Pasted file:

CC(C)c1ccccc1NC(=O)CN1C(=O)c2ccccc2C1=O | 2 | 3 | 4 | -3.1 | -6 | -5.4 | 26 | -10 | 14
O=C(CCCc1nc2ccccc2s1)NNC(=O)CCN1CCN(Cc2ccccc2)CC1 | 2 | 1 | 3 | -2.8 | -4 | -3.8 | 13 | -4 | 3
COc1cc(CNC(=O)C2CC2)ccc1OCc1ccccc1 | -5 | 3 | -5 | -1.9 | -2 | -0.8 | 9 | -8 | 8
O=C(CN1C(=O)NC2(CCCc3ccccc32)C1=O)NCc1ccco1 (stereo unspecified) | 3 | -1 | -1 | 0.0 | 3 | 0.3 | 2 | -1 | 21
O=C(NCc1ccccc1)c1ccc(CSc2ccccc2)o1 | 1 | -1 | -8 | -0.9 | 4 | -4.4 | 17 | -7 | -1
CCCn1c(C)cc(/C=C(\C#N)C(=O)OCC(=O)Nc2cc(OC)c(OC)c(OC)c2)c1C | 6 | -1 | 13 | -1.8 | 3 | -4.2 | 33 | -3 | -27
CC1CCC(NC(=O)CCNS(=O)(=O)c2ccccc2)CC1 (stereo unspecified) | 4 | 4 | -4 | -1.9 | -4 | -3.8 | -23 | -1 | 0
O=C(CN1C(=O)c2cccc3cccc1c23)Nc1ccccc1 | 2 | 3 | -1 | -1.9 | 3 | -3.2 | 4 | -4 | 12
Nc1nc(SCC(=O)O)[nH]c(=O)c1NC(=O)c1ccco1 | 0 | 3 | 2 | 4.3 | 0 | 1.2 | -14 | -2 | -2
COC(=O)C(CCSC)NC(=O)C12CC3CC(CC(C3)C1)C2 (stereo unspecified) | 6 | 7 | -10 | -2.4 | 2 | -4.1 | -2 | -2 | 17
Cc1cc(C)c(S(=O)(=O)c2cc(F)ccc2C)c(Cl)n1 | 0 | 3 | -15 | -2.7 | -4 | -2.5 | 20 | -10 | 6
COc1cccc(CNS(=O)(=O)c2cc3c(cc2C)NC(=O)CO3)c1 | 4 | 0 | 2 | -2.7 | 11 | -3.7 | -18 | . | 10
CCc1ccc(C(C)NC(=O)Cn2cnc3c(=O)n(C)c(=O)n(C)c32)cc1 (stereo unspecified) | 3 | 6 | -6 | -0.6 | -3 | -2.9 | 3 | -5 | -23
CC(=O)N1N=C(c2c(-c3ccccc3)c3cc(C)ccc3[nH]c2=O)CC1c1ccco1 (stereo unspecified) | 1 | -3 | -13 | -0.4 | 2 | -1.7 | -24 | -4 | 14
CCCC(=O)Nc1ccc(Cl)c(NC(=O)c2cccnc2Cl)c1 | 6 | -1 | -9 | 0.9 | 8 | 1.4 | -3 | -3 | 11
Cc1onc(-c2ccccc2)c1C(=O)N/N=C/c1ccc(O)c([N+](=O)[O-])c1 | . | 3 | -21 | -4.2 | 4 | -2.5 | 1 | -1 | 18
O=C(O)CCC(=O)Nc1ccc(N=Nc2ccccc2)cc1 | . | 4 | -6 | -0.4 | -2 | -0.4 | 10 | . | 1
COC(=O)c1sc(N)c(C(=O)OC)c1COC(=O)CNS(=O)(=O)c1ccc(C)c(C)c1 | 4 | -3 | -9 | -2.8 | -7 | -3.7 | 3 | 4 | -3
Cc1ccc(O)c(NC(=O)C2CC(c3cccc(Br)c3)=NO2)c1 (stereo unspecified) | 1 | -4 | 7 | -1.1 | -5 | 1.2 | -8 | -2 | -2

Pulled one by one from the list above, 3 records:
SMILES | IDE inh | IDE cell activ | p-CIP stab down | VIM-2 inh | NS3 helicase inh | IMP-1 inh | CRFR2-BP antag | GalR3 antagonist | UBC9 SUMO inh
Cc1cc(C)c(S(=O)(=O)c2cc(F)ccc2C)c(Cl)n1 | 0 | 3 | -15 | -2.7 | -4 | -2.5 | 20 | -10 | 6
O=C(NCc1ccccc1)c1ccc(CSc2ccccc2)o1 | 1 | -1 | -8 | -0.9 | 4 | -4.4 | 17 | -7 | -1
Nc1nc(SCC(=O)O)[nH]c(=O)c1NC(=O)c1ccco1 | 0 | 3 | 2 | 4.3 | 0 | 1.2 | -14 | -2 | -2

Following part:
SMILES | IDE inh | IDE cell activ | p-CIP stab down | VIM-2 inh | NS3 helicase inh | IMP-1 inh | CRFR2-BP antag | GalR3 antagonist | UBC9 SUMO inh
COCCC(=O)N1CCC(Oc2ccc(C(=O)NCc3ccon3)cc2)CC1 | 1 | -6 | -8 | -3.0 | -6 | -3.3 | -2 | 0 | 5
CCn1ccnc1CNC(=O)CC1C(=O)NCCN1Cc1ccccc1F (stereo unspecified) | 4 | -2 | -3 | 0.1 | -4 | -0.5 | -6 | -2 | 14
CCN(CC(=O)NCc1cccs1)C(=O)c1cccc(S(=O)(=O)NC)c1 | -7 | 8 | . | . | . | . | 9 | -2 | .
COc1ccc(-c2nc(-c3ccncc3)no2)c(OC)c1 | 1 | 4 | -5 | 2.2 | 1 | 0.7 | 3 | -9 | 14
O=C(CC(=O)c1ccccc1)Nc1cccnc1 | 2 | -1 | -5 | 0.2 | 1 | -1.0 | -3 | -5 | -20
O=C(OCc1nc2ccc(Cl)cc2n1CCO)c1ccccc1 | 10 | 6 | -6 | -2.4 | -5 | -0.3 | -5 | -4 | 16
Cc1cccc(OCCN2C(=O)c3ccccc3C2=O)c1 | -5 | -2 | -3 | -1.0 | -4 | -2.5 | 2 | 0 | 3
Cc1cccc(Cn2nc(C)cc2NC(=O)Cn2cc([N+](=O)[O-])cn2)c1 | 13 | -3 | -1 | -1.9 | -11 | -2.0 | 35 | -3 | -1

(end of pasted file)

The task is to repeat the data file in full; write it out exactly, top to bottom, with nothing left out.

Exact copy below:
CC(C)c1ccccc1NC(=O)CN1C(=O)c2ccccc2C1=O | 2 | 3 | 4 | -3.1 | -6 | -5.4 | 26 | -10 | 14
O=C(CCCc1nc2ccccc2s1)NNC(=O)CCN1CCN(Cc2ccccc2)CC1 | 2 | 1 | 3 | -2.8 | -4 | -3.8 | 13 | -4 | 3
COc1cc(CNC(=O)C2CC2)ccc1OCc1ccccc1 | -5 | 3 | -5 | -1.9 | -2 | -0.8 | 9 | -8 | 8
O=C(CN1C(=O)NC2(CCCc3ccccc32)C1=O)NCc1ccco1 (stereo unspecified) | 3 | -1 | -1 | 0.0 | 3 | 0.3 | 2 | -1 | 21
O=C(NCc1ccccc1)c1ccc(CSc2ccccc2)o1 | 1 | -1 | -8 | -0.9 | 4 | -4.4 | 17 | -7 | -1
CCCn1c(C)cc(/C=C(\C#N)C(=O)OCC(=O)Nc2cc(OC)c(OC)c(OC)c2)c1C | 6 | -1 | 13 | -1.8 | 3 | -4.2 | 33 | -3 | -27
CC1CCC(NC(=O)CCNS(=O)(=O)c2ccccc2)CC1 (stereo unspecified) | 4 | 4 | -4 | -1.9 | -4 | -3.8 | -23 | -1 | 0
O=C(CN1C(=O)c2cccc3cccc1c23)Nc1ccccc1 | 2 | 3 | -1 | -1.9 | 3 | -3.2 | 4 | -4 | 12
Nc1nc(SCC(=O)O)[nH]c(=O)c1NC(=O)c1ccco1 | 0 | 3 | 2 | 4.3 | 0 | 1.2 | -14 | -2 | -2
COC(=O)C(CCSC)NC(=O)C12CC3CC(CC(C3)C1)C2 (stereo unspecified) | 6 | 7 | -10 | -2.4 | 2 | -4.1 | -2 | -2 | 17
Cc1cc(C)c(S(=O)(=O)c2cc(F)ccc2C)c(Cl)n1 | 0 | 3 | -15 | -2.7 | -4 | -2.5 | 20 | -10 | 6
COc1cccc(CNS(=O)(=O)c2cc3c(cc2C)NC(=O)CO3)c1 | 4 | 0 | 2 | -2.7 | 11 | -3.7 | -18 | . | 10
CCc1ccc(C(C)NC(=O)Cn2cnc3c(=O)n(C)c(=O)n(C)c32)cc1 (stereo unspecified) | 3 | 6 | -6 | -0.6 | -3 | -2.9 | 3 | -5 | -23
CC(=O)N1N=C(c2c(-c3ccccc3)c3cc(C)ccc3[nH]c2=O)CC1c1ccco1 (stereo unspecified) | 1 | -3 | -13 | -0.4 | 2 | -1.7 | -24 | -4 | 14
CCCC(=O)Nc1ccc(Cl)c(NC(=O)c2cccnc2Cl)c1 | 6 | -1 | -9 | 0.9 | 8 | 1.4 | -3 | -3 | 11
Cc1onc(-c2ccccc2)c1C(=O)N/N=C/c1ccc(O)c([N+](=O)[O-])c1 | . | 3 | -21 | -4.2 | 4 | -2.5 | 1 | -1 | 18
O=C(O)CCC(=O)Nc1ccc(N=Nc2ccccc2)cc1 | . | 4 | -6 | -0.4 | -2 | -0.4 | 10 | . | 1
COC(=O)c1sc(N)c(C(=O)OC)c1COC(=O)CNS(=O)(=O)c1ccc(C)c(C)c1 | 4 | -3 | -9 | -2.8 | -7 | -3.7 | 3 | 4 | -3
Cc1ccc(O)c(NC(=O)C2CC(c3cccc(Br)c3)=NO2)c1 (stereo unspecified) | 1 | -4 | 7 | -1.1 | -5 | 1.2 | -8 | -2 | -2

Pulled one by one from the list above, 3 records:
SMILES | IDE inh | IDE cell activ | p-CIP stab down | VIM-2 inh | NS3 helicase inh | IMP-1 inh | CRFR2-BP antag | GalR3 antagonist | UBC9 SUMO inh
Cc1cc(C)c(S(=O)(=O)c2cc(F)ccc2C)c(Cl)n1 | 0 | 3 | -15 | -2.7 | -4 | -2.5 | 20 | -10 | 6
O=C(NCc1ccccc1)c1ccc(CSc2ccccc2)o1 | 1 | -1 | -8 | -0.9 | 4 | -4.4 | 17 | -7 | -1
Nc1nc(SCC(=O)O)[nH]c(=O)c1NC(=O)c1ccco1 | 0 | 3 | 2 | 4.3 | 0 | 1.2 | -14 | -2 | -2

Following part:
SMILES | IDE inh | IDE cell activ | p-CIP stab down | VIM-2 inh | NS3 helicase inh | IMP-1 inh | CRFR2-BP antag | GalR3 antagonist | UBC9 SUMO inh
COCCC(=O)N1CCC(Oc2ccc(C(=O)NCc3ccon3)cc2)CC1 | 1 | -6 | -8 | -3.0 | -6 | -3.3 | -2 | 0 | 5
CCn1ccnc1CNC(=O)CC1C(=O)NCCN1Cc1ccccc1F (stereo unspecified) | 4 | -2 | -3 | 0.1 | -4 | -0.5 | -6 | -2 | 14
CCN(CC(=O)NCc1cccs1)C(=O)c1cccc(S(=O)(=O)NC)c1 | -7 | 8 | . | . | . | . | 9 | -2 | .
COc1ccc(-c2nc(-c3ccncc3)no2)c(OC)c1 | 1 | 4 | -5 | 2.2 | 1 | 0.7 | 3 | -9 | 14
O=C(CC(=O)c1ccccc1)Nc1cccnc1 | 2 | -1 | -5 | 0.2 | 1 | -1.0 | -3 | -5 | -20
O=C(OCc1nc2ccc(Cl)cc2n1CCO)c1ccccc1 | 10 | 6 | -6 | -2.4 | -5 | -0.3 | -5 | -4 | 16
Cc1cccc(OCCN2C(=O)c3ccccc3C2=O)c1 | -5 | -2 | -3 | -1.0 | -4 | -2.5 | 2 | 0 | 3
Cc1cccc(Cn2nc(C)cc2NC(=O)Cn2cc([N+](=O)[O-])cn2)c1 | 13 | -3 | -1 | -1.9 | -11 | -2.0 | 35 | -3 | -1